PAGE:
Find a back issue

In a week dominated by politics, the Dallas Symphony's magnificent performance of Britten's War Requiem presented a vision of truth—revealed by music.

The Classical Note: A Dallas Symphony Concert Reveals the Function of the Symphony in Modern Culture

Besides bringing the fall classical subscription season of the Dallas Symphony to a close, last weekend’s magnificent production of Britten’s War Requiem of 1962 at the Meyerson Symphony Center underlined the function of the symphony orchestra—and, indeed, of great music—in modern urban culture.

That we have just experienced the climax of a political campaign that was costly beyond all reasonable standards and emotionally bruising to the entire electorate made the presentation of this masterpiece of twentieth-century culture all the more meaningful.  While the issues raised most frequently in the campaign—civil rights, government expenditures, tax equity, the healthcare system—are undoubtedly significant, those issues pale in comparison to the questions raised in the War Requiem (and virtually unmentioned in the campaign): precisely, the disturbing human tendency toward self-destruction through violence and, by implication, the ongoing suicide of the human species via short-sighted environmental exploitation.

That the War Requiem succeeds masterfully as a wake-up call for humanity goes without saying; the work is also unique in that it demands that the conductor totally subsume his own ego, and allow himself (or herself, as the case may be) to become a vessel of the composer’s intent. Ideally, the listener should forget about the existence of the conductor in a performance of the War Requiem. Music director Jaap van Zweden (along with Paul Phillips as conductor of the chamber orchestra in this multi-ensemble work) constantly engaged the wonderful complexity of the score and the interaction of the forces onstage, including children’s choir, full symphonic chorus, full symphony, chamber orchestra, vocal soloists, and organ.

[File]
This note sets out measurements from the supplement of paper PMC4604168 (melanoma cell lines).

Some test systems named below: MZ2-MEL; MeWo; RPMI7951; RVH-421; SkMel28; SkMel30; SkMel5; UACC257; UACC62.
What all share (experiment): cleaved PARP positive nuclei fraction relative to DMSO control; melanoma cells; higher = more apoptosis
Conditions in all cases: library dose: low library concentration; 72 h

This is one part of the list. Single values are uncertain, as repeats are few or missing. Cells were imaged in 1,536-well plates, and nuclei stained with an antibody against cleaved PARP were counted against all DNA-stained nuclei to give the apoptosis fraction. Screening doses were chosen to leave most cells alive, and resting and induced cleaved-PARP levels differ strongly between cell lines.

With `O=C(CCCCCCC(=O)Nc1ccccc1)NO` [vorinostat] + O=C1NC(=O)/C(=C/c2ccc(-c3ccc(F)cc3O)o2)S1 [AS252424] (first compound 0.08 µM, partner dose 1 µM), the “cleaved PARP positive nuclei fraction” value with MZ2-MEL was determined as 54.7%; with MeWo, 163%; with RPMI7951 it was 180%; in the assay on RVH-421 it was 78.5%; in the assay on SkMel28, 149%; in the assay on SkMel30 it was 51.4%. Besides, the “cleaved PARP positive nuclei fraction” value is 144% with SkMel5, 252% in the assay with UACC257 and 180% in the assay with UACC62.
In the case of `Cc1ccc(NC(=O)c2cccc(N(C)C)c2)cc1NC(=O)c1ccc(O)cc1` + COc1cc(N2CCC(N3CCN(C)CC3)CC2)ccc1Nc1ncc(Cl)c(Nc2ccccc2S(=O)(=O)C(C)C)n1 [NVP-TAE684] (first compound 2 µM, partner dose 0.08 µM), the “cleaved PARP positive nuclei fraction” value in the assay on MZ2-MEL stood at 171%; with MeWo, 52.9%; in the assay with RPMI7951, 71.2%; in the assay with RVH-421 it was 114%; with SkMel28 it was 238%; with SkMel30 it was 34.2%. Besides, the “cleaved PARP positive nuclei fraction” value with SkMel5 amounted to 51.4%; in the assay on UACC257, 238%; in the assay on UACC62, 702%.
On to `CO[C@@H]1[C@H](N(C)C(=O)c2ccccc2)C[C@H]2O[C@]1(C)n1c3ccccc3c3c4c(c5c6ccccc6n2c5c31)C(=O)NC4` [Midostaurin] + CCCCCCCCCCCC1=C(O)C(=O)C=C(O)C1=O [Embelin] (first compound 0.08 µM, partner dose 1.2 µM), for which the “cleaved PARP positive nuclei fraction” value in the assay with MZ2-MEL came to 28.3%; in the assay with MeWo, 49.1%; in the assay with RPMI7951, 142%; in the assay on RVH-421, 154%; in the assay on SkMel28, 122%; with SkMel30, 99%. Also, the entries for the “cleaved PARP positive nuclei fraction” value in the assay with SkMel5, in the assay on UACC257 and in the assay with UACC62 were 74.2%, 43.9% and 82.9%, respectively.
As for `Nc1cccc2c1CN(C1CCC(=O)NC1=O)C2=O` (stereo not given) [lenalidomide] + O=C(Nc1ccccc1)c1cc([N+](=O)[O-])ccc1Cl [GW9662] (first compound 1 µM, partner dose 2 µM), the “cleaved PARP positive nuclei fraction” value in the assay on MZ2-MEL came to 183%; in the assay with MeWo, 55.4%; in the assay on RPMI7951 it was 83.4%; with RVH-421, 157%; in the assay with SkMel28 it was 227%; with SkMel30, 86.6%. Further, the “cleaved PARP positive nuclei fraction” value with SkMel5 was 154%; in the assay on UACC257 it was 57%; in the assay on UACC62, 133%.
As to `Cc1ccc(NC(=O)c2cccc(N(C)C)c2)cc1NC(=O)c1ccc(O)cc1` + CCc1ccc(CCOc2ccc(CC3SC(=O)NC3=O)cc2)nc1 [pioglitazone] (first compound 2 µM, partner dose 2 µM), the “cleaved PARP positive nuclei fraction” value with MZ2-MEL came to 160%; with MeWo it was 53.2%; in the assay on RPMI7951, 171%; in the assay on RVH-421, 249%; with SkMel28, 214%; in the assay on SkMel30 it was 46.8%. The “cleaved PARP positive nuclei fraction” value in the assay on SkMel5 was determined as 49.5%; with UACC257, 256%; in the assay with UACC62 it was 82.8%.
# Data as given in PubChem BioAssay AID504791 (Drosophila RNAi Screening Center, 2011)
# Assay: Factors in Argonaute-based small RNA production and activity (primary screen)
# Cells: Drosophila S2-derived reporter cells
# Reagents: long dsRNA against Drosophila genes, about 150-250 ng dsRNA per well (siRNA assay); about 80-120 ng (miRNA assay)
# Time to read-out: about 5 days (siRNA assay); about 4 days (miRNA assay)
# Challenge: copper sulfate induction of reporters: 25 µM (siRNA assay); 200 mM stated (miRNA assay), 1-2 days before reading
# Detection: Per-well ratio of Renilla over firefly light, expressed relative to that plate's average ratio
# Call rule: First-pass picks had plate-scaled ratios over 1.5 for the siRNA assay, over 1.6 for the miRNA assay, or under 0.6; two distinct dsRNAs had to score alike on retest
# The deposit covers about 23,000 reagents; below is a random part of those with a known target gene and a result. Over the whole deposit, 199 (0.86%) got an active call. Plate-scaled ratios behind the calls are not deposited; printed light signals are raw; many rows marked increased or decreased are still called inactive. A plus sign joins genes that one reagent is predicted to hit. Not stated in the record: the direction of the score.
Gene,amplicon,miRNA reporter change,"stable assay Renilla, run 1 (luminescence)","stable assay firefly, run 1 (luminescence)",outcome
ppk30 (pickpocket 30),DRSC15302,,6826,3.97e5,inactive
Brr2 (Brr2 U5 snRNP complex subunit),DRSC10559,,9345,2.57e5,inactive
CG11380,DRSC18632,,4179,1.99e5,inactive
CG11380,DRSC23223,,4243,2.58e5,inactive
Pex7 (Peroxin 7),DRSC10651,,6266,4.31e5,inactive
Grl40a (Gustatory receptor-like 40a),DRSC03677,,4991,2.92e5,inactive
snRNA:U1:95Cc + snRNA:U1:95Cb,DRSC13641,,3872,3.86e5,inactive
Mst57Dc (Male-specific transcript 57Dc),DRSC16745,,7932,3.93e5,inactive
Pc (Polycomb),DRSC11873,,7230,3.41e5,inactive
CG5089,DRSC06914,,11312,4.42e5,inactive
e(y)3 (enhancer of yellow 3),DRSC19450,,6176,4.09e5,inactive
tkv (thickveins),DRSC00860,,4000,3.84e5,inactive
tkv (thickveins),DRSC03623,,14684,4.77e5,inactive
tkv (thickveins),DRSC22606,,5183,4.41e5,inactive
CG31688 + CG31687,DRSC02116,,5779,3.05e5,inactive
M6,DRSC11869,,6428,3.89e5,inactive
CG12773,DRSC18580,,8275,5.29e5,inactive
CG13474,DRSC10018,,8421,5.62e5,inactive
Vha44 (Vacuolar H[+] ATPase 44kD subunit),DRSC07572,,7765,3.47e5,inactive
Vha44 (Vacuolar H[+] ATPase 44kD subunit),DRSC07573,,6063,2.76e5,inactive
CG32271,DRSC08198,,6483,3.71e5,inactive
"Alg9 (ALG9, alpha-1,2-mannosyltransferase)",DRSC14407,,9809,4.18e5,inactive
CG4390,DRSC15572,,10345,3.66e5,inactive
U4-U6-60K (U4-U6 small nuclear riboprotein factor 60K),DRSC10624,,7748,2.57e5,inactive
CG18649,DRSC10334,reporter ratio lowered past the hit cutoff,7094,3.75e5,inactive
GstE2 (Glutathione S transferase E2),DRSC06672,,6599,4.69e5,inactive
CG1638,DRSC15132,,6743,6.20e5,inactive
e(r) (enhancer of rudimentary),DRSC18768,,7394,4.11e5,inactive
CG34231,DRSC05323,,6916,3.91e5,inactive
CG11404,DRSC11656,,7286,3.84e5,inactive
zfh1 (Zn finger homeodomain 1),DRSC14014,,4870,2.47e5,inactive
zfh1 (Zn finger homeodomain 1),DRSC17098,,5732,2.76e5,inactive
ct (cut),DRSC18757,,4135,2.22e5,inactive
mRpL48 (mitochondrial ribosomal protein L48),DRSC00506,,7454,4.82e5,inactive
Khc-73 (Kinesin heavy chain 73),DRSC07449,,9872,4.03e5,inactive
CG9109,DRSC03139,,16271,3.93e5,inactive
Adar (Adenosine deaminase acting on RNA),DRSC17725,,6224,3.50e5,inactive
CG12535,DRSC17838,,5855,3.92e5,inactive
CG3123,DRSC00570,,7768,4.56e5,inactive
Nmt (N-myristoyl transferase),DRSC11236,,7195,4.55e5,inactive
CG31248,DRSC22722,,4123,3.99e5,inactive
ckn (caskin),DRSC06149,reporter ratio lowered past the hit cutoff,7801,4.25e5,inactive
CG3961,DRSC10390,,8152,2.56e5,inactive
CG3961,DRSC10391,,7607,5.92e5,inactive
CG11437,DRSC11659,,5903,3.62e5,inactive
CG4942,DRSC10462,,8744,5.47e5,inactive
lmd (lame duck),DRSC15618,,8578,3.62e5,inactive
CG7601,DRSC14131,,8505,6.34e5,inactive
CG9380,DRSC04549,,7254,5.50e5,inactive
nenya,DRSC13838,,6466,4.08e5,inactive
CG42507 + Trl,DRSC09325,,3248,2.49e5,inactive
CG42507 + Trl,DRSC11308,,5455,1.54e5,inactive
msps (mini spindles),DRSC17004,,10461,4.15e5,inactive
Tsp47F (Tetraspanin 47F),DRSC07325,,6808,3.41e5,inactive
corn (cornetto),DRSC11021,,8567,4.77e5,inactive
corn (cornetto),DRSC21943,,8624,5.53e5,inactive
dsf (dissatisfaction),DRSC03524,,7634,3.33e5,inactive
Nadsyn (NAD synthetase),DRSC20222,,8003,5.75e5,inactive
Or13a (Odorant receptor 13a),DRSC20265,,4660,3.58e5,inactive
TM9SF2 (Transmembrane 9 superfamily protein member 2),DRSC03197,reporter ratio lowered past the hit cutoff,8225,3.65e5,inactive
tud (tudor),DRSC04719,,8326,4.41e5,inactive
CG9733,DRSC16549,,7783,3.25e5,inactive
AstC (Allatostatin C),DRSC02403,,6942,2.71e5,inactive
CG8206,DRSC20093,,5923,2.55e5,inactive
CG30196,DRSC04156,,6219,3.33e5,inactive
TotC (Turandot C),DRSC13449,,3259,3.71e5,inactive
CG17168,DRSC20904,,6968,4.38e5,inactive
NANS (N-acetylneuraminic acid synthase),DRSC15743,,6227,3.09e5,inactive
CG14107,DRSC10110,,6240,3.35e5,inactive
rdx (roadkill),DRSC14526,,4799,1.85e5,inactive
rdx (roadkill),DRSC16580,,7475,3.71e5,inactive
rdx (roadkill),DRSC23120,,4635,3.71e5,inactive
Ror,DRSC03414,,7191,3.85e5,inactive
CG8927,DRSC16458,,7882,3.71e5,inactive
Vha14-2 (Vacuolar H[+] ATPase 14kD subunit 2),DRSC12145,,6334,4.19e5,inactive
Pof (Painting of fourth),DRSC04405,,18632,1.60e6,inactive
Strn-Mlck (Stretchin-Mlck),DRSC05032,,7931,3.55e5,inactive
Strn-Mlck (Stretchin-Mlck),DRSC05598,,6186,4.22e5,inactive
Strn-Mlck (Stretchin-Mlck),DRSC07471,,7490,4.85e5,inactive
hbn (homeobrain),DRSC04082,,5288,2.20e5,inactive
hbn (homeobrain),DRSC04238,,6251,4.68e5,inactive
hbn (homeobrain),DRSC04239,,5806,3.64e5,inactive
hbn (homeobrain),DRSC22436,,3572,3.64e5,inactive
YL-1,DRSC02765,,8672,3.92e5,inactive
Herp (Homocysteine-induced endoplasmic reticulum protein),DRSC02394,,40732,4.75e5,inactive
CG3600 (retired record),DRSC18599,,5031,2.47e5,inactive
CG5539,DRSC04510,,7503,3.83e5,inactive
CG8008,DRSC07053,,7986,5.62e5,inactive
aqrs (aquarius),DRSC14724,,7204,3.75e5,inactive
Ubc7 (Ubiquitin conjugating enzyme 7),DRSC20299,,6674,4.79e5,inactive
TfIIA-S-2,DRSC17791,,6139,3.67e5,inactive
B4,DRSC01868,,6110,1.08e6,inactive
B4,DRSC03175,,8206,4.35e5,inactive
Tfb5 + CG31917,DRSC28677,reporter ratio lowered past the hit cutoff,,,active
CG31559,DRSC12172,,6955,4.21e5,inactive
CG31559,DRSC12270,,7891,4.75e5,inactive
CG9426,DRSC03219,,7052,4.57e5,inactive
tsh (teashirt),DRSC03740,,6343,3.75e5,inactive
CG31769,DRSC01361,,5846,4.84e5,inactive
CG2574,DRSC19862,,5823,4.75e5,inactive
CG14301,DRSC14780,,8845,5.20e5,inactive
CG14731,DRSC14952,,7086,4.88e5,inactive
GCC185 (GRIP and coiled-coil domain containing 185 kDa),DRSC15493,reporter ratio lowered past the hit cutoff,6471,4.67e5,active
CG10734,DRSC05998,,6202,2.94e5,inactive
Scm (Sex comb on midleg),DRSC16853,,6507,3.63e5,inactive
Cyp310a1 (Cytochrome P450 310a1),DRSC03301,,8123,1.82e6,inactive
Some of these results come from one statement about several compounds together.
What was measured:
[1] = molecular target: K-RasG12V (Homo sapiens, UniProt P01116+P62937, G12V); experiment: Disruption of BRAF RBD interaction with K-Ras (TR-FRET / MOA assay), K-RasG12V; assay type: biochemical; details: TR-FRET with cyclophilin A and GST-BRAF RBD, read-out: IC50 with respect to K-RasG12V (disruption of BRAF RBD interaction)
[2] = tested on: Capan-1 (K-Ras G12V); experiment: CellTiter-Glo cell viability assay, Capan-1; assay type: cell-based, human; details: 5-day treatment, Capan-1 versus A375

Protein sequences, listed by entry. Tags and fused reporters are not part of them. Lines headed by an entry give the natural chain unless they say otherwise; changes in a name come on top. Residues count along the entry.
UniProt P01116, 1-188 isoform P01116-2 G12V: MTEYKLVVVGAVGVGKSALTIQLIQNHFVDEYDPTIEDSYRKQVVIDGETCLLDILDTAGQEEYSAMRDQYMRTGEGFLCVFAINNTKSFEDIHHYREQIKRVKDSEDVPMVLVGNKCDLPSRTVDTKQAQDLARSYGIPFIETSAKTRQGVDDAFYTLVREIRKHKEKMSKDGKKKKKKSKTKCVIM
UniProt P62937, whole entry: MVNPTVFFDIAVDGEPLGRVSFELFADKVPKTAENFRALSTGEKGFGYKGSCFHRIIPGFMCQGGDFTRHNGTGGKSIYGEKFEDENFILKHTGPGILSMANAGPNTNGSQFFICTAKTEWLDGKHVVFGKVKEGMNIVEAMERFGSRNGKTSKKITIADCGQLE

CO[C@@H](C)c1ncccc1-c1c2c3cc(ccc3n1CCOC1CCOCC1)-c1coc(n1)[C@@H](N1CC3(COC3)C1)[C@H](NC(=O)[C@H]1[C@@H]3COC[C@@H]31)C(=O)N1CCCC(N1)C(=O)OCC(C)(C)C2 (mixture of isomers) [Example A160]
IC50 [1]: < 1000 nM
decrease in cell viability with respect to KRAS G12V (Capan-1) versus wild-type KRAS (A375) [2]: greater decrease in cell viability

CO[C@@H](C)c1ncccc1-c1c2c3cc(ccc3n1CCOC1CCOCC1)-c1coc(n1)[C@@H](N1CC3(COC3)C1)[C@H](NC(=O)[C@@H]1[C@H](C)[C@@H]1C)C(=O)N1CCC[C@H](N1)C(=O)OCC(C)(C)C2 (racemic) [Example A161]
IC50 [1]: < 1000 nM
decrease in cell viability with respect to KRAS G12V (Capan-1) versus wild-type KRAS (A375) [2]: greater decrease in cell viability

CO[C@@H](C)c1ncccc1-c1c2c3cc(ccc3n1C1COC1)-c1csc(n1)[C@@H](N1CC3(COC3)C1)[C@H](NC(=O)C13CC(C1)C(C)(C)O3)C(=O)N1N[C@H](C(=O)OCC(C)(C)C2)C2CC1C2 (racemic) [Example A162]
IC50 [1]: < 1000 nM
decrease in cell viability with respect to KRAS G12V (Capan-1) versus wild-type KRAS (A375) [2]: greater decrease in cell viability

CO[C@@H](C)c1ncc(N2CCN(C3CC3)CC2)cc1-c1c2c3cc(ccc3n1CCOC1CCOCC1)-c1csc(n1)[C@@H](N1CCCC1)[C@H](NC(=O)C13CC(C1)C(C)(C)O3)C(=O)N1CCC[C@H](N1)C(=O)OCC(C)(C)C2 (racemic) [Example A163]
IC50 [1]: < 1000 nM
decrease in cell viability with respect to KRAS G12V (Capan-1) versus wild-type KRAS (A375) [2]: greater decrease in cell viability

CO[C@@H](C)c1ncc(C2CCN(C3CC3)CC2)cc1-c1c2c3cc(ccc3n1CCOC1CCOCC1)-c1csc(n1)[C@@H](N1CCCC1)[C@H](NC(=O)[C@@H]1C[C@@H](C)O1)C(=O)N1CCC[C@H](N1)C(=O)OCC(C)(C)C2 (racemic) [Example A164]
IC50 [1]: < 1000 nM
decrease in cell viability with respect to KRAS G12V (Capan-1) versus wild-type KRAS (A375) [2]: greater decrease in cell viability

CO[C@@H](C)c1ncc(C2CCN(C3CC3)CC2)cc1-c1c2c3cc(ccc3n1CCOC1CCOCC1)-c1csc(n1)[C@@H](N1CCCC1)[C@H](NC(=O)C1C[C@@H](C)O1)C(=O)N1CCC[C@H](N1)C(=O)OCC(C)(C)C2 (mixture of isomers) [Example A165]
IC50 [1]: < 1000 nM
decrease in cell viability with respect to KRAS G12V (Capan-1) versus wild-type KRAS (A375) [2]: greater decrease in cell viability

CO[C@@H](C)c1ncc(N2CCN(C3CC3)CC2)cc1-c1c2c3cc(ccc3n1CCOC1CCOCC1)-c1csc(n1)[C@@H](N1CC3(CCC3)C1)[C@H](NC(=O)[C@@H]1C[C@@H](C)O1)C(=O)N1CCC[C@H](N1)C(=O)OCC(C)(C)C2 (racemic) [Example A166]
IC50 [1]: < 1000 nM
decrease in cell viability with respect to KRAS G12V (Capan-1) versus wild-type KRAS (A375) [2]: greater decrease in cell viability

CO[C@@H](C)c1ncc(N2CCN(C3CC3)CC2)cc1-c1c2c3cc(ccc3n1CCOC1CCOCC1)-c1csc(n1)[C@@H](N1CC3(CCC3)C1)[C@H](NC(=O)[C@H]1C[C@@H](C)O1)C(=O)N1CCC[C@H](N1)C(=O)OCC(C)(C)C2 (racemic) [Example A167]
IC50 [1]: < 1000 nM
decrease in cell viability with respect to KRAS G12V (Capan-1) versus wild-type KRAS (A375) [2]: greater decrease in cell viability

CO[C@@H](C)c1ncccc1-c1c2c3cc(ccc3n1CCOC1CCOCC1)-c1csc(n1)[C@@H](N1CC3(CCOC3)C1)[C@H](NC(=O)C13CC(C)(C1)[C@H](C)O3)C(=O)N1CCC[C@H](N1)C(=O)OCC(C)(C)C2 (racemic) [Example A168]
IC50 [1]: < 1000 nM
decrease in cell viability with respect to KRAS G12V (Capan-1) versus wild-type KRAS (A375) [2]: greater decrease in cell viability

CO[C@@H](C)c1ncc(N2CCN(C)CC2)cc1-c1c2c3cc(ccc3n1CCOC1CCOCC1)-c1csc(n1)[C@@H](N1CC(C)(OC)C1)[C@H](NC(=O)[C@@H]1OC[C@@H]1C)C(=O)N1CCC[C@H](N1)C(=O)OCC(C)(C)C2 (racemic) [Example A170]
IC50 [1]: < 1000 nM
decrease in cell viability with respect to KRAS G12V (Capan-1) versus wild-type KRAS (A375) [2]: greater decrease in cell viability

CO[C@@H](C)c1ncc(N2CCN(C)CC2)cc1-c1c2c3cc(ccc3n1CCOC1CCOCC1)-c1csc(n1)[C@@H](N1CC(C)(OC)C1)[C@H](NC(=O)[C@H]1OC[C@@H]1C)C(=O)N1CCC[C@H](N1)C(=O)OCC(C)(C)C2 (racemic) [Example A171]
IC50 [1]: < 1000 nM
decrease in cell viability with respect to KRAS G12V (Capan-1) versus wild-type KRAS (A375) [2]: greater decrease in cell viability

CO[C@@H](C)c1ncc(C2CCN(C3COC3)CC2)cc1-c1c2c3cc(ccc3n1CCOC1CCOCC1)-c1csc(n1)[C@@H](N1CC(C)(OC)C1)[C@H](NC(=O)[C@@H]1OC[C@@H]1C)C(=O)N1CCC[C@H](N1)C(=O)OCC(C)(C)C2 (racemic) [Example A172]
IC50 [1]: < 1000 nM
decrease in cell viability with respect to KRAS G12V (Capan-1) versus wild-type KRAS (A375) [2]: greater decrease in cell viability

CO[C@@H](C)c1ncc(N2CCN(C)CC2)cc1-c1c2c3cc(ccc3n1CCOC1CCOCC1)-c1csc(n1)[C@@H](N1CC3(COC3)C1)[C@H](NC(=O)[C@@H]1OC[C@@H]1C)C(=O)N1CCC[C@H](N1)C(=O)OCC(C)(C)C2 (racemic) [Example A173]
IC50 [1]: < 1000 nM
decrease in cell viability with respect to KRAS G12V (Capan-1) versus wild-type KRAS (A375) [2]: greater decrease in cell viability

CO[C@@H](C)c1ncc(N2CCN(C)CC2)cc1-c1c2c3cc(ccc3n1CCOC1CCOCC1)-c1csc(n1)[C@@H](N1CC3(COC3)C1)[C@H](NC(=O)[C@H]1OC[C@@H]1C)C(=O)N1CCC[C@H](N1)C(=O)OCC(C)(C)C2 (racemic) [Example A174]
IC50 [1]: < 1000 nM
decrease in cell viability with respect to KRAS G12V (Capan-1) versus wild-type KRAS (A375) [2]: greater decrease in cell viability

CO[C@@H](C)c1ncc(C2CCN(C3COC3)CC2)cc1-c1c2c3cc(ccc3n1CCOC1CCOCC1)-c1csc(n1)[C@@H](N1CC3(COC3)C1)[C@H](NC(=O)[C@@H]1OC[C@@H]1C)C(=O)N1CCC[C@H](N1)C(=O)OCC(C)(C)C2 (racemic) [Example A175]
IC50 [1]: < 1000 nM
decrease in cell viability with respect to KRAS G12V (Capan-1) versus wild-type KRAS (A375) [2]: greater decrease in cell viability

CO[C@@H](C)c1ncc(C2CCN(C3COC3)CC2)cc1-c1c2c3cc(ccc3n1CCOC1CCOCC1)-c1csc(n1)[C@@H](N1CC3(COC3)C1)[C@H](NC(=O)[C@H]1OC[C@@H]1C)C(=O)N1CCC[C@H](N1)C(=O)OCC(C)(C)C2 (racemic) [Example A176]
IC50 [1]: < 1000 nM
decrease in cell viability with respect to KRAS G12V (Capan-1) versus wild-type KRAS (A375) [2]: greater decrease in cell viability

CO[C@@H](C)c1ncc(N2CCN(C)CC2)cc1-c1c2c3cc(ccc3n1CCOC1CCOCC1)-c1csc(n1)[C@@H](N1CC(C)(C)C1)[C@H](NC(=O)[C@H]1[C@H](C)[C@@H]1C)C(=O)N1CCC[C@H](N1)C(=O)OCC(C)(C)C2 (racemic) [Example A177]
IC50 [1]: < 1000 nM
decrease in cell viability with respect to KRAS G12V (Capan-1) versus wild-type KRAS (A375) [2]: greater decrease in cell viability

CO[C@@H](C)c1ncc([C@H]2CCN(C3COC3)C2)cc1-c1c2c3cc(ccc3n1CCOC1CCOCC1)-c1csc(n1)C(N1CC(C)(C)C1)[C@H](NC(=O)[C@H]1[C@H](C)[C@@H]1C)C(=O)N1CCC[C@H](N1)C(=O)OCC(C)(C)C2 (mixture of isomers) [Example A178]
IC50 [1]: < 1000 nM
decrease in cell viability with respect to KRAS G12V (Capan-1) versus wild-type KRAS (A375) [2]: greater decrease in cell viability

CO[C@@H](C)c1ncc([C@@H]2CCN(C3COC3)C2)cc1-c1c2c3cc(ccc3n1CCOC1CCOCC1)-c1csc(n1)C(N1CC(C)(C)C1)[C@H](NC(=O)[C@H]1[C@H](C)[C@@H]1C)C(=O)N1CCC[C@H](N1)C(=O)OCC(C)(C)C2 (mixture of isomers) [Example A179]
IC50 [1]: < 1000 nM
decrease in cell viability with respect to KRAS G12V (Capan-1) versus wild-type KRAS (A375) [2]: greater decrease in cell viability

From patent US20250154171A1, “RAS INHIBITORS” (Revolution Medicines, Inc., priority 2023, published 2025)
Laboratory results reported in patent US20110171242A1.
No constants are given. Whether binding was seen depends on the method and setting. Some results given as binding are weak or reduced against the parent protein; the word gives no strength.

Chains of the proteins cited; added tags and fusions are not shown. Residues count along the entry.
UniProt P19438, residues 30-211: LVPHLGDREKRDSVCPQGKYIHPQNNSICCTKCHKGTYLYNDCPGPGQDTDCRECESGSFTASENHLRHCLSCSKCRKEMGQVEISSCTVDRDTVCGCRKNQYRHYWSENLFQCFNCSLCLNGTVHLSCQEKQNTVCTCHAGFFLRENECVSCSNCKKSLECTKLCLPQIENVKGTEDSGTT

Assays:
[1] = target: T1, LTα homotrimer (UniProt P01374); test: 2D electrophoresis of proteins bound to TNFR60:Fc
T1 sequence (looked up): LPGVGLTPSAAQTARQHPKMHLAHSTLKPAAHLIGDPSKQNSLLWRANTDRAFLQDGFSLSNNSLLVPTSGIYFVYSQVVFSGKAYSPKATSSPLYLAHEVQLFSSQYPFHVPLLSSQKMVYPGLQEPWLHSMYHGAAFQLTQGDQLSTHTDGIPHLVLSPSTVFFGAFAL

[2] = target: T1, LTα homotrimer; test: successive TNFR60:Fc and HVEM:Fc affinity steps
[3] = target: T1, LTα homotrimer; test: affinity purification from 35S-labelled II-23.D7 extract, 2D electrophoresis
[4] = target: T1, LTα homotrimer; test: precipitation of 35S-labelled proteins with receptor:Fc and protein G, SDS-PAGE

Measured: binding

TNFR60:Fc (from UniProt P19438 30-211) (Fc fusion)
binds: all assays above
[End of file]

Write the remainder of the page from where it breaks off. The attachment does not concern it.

All three vocal soloists –soprano Olga Guryakova, tenor Ian Bostridge, and baritone Dietrich Henschel—were remarkable in their delivery of this amazing text, which combines the Latin Mass for the Dead with the tragically prescient World War I poetry of Wilfred Owen, who was killed in action just weeks before the end of that war. But the individual performance that will haunt this listener for years was that of tenor Bostridge, who communicated a sense of shocked discovery of the horror of war, and who insisted that the audience share his horror.

In the short haul, the concert marked a triumph for an orchestra and a music director faced with a shortened season brought on by financial restructuring. For the longer haul, it presented the Dallas audience with a vision not so much of hope, but of truth—revealed by music.

*****

New music alert: the newly-formed Dallas Chamber Symphony and conductor Richard McKay will perform an all-contemporary, all-American concert on Tuesday night at the City Performance Hall in the Arts District, including John Adams’ Chamber Symphony, Michael Torke’s Adjustable Wrench, and the premiere of Austin-based Brian Satterwhite’s score for the silent film A Sailor-Made Man, to be performed live with a screening of that comedy classic from 1921.

On Friday, Saturday, and Sunday at Bass Performance Hall, the Fort Worth Symphony and guest conductor Josep Caballé-Domenech will perform John B Hedges’ Slapdance, along with works of Schumann and Rimsky-Korsakov, continuing that orchestra’s admirable custom of presenting a work by a living American composer on most classical subscription concerts.